According to Plan Advisor

“Consistent managed account users had an average annualized 10-year return net of fees that was 0.27% higher than that of consistent non-users, and consistent full TDF users had an average annualized 10-year return that was 0.26% higher than that of consistent non-users. 

Twenty-five percent of consistent non-users earned a 10-year annualized rate of return that was 2% or less. In contrast, just 4% of consistent managed account users and 3% of consistent full TDF users earned an annualized return of 2% or less over the same 10-year period. The seventy-fifth percentile for the 10-year annualized rate of return for consistent non-users was 5.80% compared to 4.04% for consistent managed account users and 4.31% for consistent full TDF users.” 

With a higher average rate of return, it often offsets fees associated with the managed account service you choose. This can especially be helpful to young investors who have the power of compound interest on their side— where every little bit can make a huge difference in the long run. 

So, Which Account is Right For Me? 

Hopefully, by now you have a good idea of what the key differences are between Target Date Funds and Managed Accounts, but you may still be wondering “Which Account is Right For Me?” and there are a few factors that can help to determine the answer to this question. 

Age 

Managed accounts are generally favored by those who are older and may be closer to retirement age. Many decide to make the switch from target date fund to managed account later in their investing journey as their accounts are larger and need more assistance in the final stretch. This is not to say younger investors shouldn’t take part in managed funds, but most younger investors tend to stick their money in their 401k and let the target date fund do its job, and that is alright! Our recommendation is that you speak to a financial professional if you need help deciding which option can benefit you the most.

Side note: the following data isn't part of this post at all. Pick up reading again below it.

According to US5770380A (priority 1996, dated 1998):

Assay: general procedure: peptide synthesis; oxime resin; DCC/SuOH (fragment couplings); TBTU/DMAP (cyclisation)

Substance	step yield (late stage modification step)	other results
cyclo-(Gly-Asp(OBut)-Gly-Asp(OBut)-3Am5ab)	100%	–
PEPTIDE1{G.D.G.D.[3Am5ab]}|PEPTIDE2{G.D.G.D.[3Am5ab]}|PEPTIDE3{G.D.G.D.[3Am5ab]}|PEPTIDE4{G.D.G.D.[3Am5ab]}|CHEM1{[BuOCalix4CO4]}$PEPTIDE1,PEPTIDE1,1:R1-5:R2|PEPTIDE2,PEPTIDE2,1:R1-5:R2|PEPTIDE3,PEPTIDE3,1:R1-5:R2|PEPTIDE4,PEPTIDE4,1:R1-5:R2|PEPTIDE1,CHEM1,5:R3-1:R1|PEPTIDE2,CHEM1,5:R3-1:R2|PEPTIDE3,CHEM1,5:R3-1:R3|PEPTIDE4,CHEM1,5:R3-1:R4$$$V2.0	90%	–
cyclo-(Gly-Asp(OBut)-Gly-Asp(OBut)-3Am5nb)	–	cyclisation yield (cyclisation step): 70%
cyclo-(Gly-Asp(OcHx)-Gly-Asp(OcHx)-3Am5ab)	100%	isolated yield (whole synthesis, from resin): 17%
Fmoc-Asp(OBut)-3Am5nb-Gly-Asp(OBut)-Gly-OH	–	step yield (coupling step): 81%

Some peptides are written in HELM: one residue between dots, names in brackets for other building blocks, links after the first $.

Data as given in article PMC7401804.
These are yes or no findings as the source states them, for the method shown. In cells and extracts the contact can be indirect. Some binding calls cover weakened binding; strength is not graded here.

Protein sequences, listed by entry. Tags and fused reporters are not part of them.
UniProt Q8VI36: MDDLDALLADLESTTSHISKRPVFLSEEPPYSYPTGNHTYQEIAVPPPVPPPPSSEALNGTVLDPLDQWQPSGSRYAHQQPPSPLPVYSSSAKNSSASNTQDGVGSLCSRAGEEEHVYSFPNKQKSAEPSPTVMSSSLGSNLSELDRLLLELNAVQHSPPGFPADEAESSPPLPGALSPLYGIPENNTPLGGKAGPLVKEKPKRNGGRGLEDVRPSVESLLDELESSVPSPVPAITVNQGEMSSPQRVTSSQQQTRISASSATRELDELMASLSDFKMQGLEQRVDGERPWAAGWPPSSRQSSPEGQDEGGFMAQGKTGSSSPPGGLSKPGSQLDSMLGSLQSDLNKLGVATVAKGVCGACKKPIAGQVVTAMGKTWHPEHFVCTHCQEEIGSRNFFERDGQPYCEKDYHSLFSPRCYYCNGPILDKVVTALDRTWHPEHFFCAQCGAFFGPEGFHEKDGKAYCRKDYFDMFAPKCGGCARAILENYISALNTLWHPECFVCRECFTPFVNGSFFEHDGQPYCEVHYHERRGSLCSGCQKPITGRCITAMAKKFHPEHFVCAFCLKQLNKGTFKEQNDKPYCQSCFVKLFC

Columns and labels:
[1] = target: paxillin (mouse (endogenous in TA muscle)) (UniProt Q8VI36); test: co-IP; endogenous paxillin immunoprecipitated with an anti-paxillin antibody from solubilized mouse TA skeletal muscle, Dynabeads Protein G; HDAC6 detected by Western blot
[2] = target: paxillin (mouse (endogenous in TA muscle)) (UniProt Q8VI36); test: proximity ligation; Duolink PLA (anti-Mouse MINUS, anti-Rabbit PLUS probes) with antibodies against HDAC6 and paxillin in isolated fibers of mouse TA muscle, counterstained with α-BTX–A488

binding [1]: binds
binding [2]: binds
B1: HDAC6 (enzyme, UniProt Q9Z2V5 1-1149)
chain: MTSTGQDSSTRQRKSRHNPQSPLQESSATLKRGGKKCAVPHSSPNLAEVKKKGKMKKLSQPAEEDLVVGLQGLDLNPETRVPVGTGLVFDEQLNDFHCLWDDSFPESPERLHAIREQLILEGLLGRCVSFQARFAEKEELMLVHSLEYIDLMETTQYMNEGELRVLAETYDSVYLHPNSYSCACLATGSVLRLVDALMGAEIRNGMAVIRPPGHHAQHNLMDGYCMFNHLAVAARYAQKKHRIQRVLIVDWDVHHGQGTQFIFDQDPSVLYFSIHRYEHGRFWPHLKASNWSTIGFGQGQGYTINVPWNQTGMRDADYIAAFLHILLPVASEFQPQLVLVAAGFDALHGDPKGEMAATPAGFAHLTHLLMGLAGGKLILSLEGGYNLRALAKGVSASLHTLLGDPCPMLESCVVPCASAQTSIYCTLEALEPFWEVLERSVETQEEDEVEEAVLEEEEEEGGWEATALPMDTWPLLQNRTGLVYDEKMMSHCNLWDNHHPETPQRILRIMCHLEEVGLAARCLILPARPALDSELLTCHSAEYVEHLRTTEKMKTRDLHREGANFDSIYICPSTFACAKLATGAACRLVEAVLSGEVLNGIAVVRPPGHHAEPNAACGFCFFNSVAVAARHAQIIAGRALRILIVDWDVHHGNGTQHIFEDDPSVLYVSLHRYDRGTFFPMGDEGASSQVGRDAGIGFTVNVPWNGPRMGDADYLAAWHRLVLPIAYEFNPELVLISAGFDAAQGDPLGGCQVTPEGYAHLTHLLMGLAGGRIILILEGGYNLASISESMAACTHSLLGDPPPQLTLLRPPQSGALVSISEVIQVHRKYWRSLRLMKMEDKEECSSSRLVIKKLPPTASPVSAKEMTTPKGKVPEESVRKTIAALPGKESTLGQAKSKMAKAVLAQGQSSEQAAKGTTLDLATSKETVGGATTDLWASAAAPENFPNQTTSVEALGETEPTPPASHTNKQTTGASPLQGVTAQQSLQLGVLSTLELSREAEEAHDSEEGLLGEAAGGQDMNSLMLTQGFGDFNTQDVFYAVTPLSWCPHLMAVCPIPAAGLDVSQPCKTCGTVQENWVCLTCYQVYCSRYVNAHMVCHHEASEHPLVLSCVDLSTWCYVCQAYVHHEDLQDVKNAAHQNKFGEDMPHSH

Lifestyle and Goals 

If you are looking for the quickest/easiest strategy, a target date fund may be a good choice. For those looking to personalize their portfolio to match their own lifestyle and goals, it is always a good idea to have a trusted financial professional managing the account. This ensures that you are adjusting your assets regularly and if your goals change (such as taking an early retirement, moving out of state, etc), you can adjust your portfolio along with it. 

Investment Approach 

As mentioned above, many who utilize target date funds are actually making a mistake by mixing different asset classes along with their TDFs, thus making their portfolio less efficient. They might be in the mindset of diversification (which is almost always a good idea with investments), but they may lack the knowledge to successfully do so. This is where a managed account may be a good idea as you can diversify with different asset classes without having to worry about sacrificing potential gains. With a managed account you have greater visibility into your holdings, and can see exactly where your funds are invested and how they are performing in each category.

Final Thoughts 

You’re already on the right track if you’re reading this article and are wanting to learn more.  

Both target date funds and managed accounts have their pros and cons. It is important to step back and take a look at your situation to determine what approach would provide the greatest benefit. 

Whatever path you decide to take, make sure you are informed and your investments are working for you. If you are still unsure of what account best fits your personal needs, reach out to a trusted financial professional such as Artesys to help guide you in the right direction.  

Website: artesysonline.com 

Email: artesys@artesysonline.com 

Phone: (877) 880-2543 

Sources: 

https://www.planadviser.com/managed-accounts-better-participants-tdfs/

https://money.usnews.com/investing/investing-101/articles/what-is-a-fiduciary-financial-advisor-a-guide-to-the-fiduciary-duty